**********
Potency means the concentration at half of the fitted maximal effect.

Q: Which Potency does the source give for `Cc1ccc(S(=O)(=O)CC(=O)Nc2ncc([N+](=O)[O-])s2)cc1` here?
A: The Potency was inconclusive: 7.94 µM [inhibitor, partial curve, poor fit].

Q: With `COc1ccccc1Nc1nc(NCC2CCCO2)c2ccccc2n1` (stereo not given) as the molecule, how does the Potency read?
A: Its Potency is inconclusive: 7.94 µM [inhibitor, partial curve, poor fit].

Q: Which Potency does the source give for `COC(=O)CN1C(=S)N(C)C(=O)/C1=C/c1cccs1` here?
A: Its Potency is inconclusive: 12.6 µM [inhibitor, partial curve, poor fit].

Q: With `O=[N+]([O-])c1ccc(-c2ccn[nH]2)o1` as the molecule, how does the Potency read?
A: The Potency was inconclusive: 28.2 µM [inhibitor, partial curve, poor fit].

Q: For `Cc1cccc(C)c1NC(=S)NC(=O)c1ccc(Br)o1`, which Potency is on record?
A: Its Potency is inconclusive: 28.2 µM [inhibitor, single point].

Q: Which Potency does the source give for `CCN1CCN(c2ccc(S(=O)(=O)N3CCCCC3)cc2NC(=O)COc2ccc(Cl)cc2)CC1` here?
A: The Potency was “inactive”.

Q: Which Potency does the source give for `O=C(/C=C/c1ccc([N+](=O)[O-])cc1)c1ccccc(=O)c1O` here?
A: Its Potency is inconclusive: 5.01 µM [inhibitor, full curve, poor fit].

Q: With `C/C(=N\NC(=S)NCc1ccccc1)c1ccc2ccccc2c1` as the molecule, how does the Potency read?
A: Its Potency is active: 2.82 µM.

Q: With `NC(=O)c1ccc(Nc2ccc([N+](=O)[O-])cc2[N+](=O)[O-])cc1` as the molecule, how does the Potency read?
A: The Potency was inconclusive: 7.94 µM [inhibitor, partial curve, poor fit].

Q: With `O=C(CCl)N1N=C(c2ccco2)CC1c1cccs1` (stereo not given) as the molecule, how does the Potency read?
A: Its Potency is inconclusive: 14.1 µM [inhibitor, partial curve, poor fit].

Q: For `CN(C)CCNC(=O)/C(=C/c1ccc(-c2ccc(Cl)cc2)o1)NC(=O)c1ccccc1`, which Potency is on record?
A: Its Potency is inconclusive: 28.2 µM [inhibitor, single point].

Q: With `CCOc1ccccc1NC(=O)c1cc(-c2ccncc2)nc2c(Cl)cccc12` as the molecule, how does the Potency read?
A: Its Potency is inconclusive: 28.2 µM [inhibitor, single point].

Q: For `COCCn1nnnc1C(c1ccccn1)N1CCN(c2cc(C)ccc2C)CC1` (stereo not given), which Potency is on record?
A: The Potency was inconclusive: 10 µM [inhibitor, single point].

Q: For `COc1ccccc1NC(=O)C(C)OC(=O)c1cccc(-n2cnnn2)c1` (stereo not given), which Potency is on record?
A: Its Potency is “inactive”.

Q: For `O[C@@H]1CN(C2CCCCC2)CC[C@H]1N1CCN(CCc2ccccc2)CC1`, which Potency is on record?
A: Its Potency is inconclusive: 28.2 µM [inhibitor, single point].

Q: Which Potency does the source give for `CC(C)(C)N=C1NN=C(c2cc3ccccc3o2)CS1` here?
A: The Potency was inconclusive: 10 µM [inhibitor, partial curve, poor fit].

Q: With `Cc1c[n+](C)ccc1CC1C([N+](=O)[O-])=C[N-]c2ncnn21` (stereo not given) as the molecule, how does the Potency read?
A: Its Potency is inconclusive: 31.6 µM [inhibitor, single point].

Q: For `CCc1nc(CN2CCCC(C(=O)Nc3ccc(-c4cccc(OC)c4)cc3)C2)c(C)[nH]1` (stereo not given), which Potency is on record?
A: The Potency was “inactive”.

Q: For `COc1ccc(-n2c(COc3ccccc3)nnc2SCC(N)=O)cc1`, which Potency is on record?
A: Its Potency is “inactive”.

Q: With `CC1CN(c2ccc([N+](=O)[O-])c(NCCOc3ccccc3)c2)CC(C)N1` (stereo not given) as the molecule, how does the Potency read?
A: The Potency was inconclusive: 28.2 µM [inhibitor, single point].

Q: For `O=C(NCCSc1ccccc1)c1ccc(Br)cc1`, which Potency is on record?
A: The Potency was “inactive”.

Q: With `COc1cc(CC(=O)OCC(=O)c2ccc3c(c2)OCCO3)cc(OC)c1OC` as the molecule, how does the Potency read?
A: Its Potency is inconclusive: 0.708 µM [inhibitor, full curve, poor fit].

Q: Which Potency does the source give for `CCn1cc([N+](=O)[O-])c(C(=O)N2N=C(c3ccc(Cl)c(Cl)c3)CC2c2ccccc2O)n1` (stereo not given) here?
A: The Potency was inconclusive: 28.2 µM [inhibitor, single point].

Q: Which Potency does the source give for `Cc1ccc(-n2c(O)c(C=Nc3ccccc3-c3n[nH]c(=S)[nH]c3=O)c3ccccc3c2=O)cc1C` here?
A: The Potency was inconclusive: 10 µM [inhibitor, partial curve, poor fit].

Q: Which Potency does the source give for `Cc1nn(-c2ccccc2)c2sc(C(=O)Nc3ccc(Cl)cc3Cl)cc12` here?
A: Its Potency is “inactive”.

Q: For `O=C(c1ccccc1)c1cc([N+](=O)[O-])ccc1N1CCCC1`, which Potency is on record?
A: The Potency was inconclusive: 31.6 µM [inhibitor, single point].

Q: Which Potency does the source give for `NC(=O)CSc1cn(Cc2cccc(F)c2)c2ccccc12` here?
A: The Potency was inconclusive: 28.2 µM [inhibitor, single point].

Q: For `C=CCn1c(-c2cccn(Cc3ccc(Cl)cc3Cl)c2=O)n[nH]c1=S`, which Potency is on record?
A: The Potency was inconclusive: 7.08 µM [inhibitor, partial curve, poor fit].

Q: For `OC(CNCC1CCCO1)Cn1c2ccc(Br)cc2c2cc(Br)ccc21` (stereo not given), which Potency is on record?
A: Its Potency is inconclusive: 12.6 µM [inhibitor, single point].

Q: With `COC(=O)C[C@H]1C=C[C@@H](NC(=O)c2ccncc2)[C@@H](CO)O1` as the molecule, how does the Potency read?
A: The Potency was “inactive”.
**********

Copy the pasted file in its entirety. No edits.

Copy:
Potency means the concentration at half of the fitted maximal effect.

Q: Which Potency does the source give for `Cc1ccc(S(=O)(=O)CC(=O)Nc2ncc([N+](=O)[O-])s2)cc1` here?
A: The Potency was inconclusive: 7.94 µM [inhibitor, partial curve, poor fit].

Q: With `COc1ccccc1Nc1nc(NCC2CCCO2)c2ccccc2n1` (stereo not given) as the molecule, how does the Potency read?
A: Its Potency is inconclusive: 7.94 µM [inhibitor, partial curve, poor fit].

Q: Which Potency does the source give for `COC(=O)CN1C(=S)N(C)C(=O)/C1=C/c1cccs1` here?
A: Its Potency is inconclusive: 12.6 µM [inhibitor, partial curve, poor fit].

Q: With `O=[N+]([O-])c1ccc(-c2ccn[nH]2)o1` as the molecule, how does the Potency read?
A: The Potency was inconclusive: 28.2 µM [inhibitor, partial curve, poor fit].

Q: For `Cc1cccc(C)c1NC(=S)NC(=O)c1ccc(Br)o1`, which Potency is on record?
A: Its Potency is inconclusive: 28.2 µM [inhibitor, single point].

Q: Which Potency does the source give for `CCN1CCN(c2ccc(S(=O)(=O)N3CCCCC3)cc2NC(=O)COc2ccc(Cl)cc2)CC1` here?
A: The Potency was “inactive”.

Q: Which Potency does the source give for `O=C(/C=C/c1ccc([N+](=O)[O-])cc1)c1ccccc(=O)c1O` here?
A: Its Potency is inconclusive: 5.01 µM [inhibitor, full curve, poor fit].

Q: With `C/C(=N\NC(=S)NCc1ccccc1)c1ccc2ccccc2c1` as the molecule, how does the Potency read?
A: Its Potency is active: 2.82 µM.

Q: With `NC(=O)c1ccc(Nc2ccc([N+](=O)[O-])cc2[N+](=O)[O-])cc1` as the molecule, how does the Potency read?
A: The Potency was inconclusive: 7.94 µM [inhibitor, partial curve, poor fit].

Q: With `O=C(CCl)N1N=C(c2ccco2)CC1c1cccs1` (stereo not given) as the molecule, how does the Potency read?
A: Its Potency is inconclusive: 14.1 µM [inhibitor, partial curve, poor fit].

Q: For `CN(C)CCNC(=O)/C(=C/c1ccc(-c2ccc(Cl)cc2)o1)NC(=O)c1ccccc1`, which Potency is on record?
A: Its Potency is inconclusive: 28.2 µM [inhibitor, single point].

Q: With `CCOc1ccccc1NC(=O)c1cc(-c2ccncc2)nc2c(Cl)cccc12` as the molecule, how does the Potency read?
A: Its Potency is inconclusive: 28.2 µM [inhibitor, single point].

Q: For `COCCn1nnnc1C(c1ccccn1)N1CCN(c2cc(C)ccc2C)CC1` (stereo not given), which Potency is on record?
A: The Potency was inconclusive: 10 µM [inhibitor, single point].

Q: For `COc1ccccc1NC(=O)C(C)OC(=O)c1cccc(-n2cnnn2)c1` (stereo not given), which Potency is on record?
A: Its Potency is “inactive”.

Q: For `O[C@@H]1CN(C2CCCCC2)CC[C@H]1N1CCN(CCc2ccccc2)CC1`, which Potency is on record?
A: Its Potency is inconclusive: 28.2 µM [inhibitor, single point].

Q: Which Potency does the source give for `CC(C)(C)N=C1NN=C(c2cc3ccccc3o2)CS1` here?
A: The Potency was inconclusive: 10 µM [inhibitor, partial curve, poor fit].

Q: With `Cc1c[n+](C)ccc1CC1C([N+](=O)[O-])=C[N-]c2ncnn21` (stereo not given) as the molecule, how does the Potency read?
A: Its Potency is inconclusive: 31.6 µM [inhibitor, single point].

Q: For `CCc1nc(CN2CCCC(C(=O)Nc3ccc(-c4cccc(OC)c4)cc3)C2)c(C)[nH]1` (stereo not given), which Potency is on record?
A: The Potency was “inactive”.

Q: For `COc1ccc(-n2c(COc3ccccc3)nnc2SCC(N)=O)cc1`, which Potency is on record?
A: Its Potency is “inactive”.

Q: With `CC1CN(c2ccc([N+](=O)[O-])c(NCCOc3ccccc3)c2)CC(C)N1` (stereo not given) as the molecule, how does the Potency read?
A: The Potency was inconclusive: 28.2 µM [inhibitor, single point].

Q: For `O=C(NCCSc1ccccc1)c1ccc(Br)cc1`, which Potency is on record?
A: The Potency was “inactive”.

Q: With `COc1cc(CC(=O)OCC(=O)c2ccc3c(c2)OCCO3)cc(OC)c1OC` as the molecule, how does the Potency read?
A: Its Potency is inconclusive: 0.708 µM [inhibitor, full curve, poor fit].

Q: Which Potency does the source give for `CCn1cc([N+](=O)[O-])c(C(=O)N2N=C(c3ccc(Cl)c(Cl)c3)CC2c2ccccc2O)n1` (stereo not given) here?
A: The Potency was inconclusive: 28.2 µM [inhibitor, single point].

Q: Which Potency does the source give for `Cc1ccc(-n2c(O)c(C=Nc3ccccc3-c3n[nH]c(=S)[nH]c3=O)c3ccccc3c2=O)cc1C` here?
A: The Potency was inconclusive: 10 µM [inhibitor, partial curve, poor fit].

Q: Which Potency does the source give for `Cc1nn(-c2ccccc2)c2sc(C(=O)Nc3ccc(Cl)cc3Cl)cc12` here?
A: Its Potency is “inactive”.

Q: For `O=C(c1ccccc1)c1cc([N+](=O)[O-])ccc1N1CCCC1`, which Potency is on record?
A: The Potency was inconclusive: 31.6 µM [inhibitor, single point].

Q: Which Potency does the source give for `NC(=O)CSc1cn(Cc2cccc(F)c2)c2ccccc12` here?
A: The Potency was inconclusive: 28.2 µM [inhibitor, single point].

Q: For `C=CCn1c(-c2cccn(Cc3ccc(Cl)cc3Cl)c2=O)n[nH]c1=S`, which Potency is on record?
A: The Potency was inconclusive: 7.08 µM [inhibitor, partial curve, poor fit].

Q: For `OC(CNCC1CCCO1)Cn1c2ccc(Br)cc2c2cc(Br)ccc21` (stereo not given), which Potency is on record?
A: Its Potency is inconclusive: 12.6 µM [inhibitor, single point].

Q: With `COC(=O)C[C@H]1C=C[C@@H](NC(=O)c2ccncc2)[C@@H](CO)O1` as the molecule, how does the Potency read?
A: The Potency was “inactive”.